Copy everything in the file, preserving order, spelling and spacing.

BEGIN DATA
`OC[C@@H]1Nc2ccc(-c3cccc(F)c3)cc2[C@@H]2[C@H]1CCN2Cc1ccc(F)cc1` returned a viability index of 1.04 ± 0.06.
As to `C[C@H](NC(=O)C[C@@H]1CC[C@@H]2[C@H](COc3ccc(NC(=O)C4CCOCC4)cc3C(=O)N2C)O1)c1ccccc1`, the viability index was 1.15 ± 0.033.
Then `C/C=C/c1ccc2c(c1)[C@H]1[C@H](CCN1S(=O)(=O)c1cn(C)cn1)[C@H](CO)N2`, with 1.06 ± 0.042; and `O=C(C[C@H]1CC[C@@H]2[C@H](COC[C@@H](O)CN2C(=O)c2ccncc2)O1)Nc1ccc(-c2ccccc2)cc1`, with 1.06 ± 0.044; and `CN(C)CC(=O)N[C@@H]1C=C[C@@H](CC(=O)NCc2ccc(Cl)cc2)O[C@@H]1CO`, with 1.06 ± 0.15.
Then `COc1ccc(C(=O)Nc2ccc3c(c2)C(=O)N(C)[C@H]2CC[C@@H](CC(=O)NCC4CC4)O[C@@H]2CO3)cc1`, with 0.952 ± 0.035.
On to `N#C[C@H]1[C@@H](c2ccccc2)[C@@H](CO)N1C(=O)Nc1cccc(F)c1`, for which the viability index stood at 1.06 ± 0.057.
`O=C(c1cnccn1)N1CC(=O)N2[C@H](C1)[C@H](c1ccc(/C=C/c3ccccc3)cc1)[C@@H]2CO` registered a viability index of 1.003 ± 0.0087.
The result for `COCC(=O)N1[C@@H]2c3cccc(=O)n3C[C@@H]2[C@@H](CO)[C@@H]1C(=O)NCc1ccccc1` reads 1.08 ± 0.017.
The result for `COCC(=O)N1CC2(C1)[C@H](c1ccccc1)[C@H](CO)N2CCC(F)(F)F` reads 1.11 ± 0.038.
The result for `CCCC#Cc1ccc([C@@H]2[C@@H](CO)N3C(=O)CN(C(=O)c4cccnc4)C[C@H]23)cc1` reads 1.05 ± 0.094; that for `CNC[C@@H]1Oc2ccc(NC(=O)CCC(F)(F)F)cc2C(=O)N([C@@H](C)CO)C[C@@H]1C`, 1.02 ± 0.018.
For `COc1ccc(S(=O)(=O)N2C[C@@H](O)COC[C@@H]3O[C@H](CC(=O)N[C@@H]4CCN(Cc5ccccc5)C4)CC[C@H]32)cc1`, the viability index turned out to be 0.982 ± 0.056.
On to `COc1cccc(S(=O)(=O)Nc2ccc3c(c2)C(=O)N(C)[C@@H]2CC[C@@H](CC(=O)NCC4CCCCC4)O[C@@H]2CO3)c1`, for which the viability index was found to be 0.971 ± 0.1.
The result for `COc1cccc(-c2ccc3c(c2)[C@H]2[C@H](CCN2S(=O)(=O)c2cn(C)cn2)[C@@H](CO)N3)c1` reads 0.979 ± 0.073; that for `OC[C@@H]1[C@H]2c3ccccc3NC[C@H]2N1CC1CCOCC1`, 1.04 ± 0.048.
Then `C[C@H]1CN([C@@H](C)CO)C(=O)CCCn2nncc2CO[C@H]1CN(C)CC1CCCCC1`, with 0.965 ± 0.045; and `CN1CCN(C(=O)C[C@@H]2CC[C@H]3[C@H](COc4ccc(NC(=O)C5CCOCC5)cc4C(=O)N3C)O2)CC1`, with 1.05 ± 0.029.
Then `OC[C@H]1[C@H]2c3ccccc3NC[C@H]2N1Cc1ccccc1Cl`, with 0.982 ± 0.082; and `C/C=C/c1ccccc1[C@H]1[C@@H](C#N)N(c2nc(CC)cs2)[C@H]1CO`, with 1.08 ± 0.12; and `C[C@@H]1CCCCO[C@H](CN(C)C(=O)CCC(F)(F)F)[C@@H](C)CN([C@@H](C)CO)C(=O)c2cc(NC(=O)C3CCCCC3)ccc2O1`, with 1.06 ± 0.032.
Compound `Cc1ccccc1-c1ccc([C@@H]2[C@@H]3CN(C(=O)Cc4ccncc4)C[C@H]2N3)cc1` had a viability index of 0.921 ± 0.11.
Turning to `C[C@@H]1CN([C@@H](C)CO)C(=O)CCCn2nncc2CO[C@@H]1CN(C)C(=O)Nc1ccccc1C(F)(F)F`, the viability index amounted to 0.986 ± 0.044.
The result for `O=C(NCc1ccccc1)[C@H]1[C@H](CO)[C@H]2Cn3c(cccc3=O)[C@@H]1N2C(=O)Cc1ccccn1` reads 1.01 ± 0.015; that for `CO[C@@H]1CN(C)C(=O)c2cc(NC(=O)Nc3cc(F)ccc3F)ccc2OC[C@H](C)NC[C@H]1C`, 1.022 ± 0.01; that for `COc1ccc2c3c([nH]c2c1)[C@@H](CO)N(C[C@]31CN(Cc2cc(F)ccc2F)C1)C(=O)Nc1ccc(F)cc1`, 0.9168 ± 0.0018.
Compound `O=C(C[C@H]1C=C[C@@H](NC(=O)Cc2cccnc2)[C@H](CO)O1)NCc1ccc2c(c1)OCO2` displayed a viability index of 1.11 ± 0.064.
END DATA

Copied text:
`OC[C@@H]1Nc2ccc(-c3cccc(F)c3)cc2[C@@H]2[C@H]1CCN2Cc1ccc(F)cc1` returned a viability index of 1.04 ± 0.06.
As to `C[C@H](NC(=O)C[C@@H]1CC[C@@H]2[C@H](COc3ccc(NC(=O)C4CCOCC4)cc3C(=O)N2C)O1)c1ccccc1`, the viability index was 1.15 ± 0.033.
Then `C/C=C/c1ccc2c(c1)[C@H]1[C@H](CCN1S(=O)(=O)c1cn(C)cn1)[C@H](CO)N2`, with 1.06 ± 0.042; and `O=C(C[C@H]1CC[C@@H]2[C@H](COC[C@@H](O)CN2C(=O)c2ccncc2)O1)Nc1ccc(-c2ccccc2)cc1`, with 1.06 ± 0.044; and `CN(C)CC(=O)N[C@@H]1C=C[C@@H](CC(=O)NCc2ccc(Cl)cc2)O[C@@H]1CO`, with 1.06 ± 0.15.
Then `COc1ccc(C(=O)Nc2ccc3c(c2)C(=O)N(C)[C@H]2CC[C@@H](CC(=O)NCC4CC4)O[C@@H]2CO3)cc1`, with 0.952 ± 0.035.
On to `N#C[C@H]1[C@@H](c2ccccc2)[C@@H](CO)N1C(=O)Nc1cccc(F)c1`, for which the viability index stood at 1.06 ± 0.057.
`O=C(c1cnccn1)N1CC(=O)N2[C@H](C1)[C@H](c1ccc(/C=C/c3ccccc3)cc1)[C@@H]2CO` registered a viability index of 1.003 ± 0.0087.
The result for `COCC(=O)N1[C@@H]2c3cccc(=O)n3C[C@@H]2[C@@H](CO)[C@@H]1C(=O)NCc1ccccc1` reads 1.08 ± 0.017.
The result for `COCC(=O)N1CC2(C1)[C@H](c1ccccc1)[C@H](CO)N2CCC(F)(F)F` reads 1.11 ± 0.038.
The result for `CCCC#Cc1ccc([C@@H]2[C@@H](CO)N3C(=O)CN(C(=O)c4cccnc4)C[C@H]23)cc1` reads 1.05 ± 0.094; that for `CNC[C@@H]1Oc2ccc(NC(=O)CCC(F)(F)F)cc2C(=O)N([C@@H](C)CO)C[C@@H]1C`, 1.02 ± 0.018.
For `COc1ccc(S(=O)(=O)N2C[C@@H](O)COC[C@@H]3O[C@H](CC(=O)N[C@@H]4CCN(Cc5ccccc5)C4)CC[C@H]32)cc1`, the viability index turned out to be 0.982 ± 0.056.
On to `COc1cccc(S(=O)(=O)Nc2ccc3c(c2)C(=O)N(C)[C@@H]2CC[C@@H](CC(=O)NCC4CCCCC4)O[C@@H]2CO3)c1`, for which the viability index was found to be 0.971 ± 0.1.
The result for `COc1cccc(-c2ccc3c(c2)[C@H]2[C@H](CCN2S(=O)(=O)c2cn(C)cn2)[C@@H](CO)N3)c1` reads 0.979 ± 0.073; that for `OC[C@@H]1[C@H]2c3ccccc3NC[C@H]2N1CC1CCOCC1`, 1.04 ± 0.048.
Then `C[C@H]1CN([C@@H](C)CO)C(=O)CCCn2nncc2CO[C@H]1CN(C)CC1CCCCC1`, with 0.965 ± 0.045; and `CN1CCN(C(=O)C[C@@H]2CC[C@H]3[C@H](COc4ccc(NC(=O)C5CCOCC5)cc4C(=O)N3C)O2)CC1`, with 1.05 ± 0.029.
Then `OC[C@H]1[C@H]2c3ccccc3NC[C@H]2N1Cc1ccccc1Cl`, with 0.982 ± 0.082; and `C/C=C/c1ccccc1[C@H]1[C@@H](C#N)N(c2nc(CC)cs2)[C@H]1CO`, with 1.08 ± 0.12; and `C[C@@H]1CCCCO[C@H](CN(C)C(=O)CCC(F)(F)F)[C@@H](C)CN([C@@H](C)CO)C(=O)c2cc(NC(=O)C3CCCCC3)ccc2O1`, with 1.06 ± 0.032.
Compound `Cc1ccccc1-c1ccc([C@@H]2[C@@H]3CN(C(=O)Cc4ccncc4)C[C@H]2N3)cc1` had a viability index of 0.921 ± 0.11.
Turning to `C[C@@H]1CN([C@@H](C)CO)C(=O)CCCn2nncc2CO[C@@H]1CN(C)C(=O)Nc1ccccc1C(F)(F)F`, the viability index amounted to 0.986 ± 0.044.
The result for `O=C(NCc1ccccc1)[C@H]1[C@H](CO)[C@H]2Cn3c(cccc3=O)[C@@H]1N2C(=O)Cc1ccccn1` reads 1.01 ± 0.015; that for `CO[C@@H]1CN(C)C(=O)c2cc(NC(=O)Nc3cc(F)ccc3F)ccc2OC[C@H](C)NC[C@H]1C`, 1.022 ± 0.01; that for `COc1ccc2c3c([nH]c2c1)[C@@H](CO)N(C[C@]31CN(Cc2cc(F)ccc2F)C1)C(=O)Nc1ccc(F)cc1`, 0.9168 ± 0.0018.
Compound `O=C(C[C@H]1C=C[C@@H](NC(=O)Cc2cccnc2)[C@H](CO)O1)NCc1ccc2c(c1)OCO2` displayed a viability index of 1.11 ± 0.064.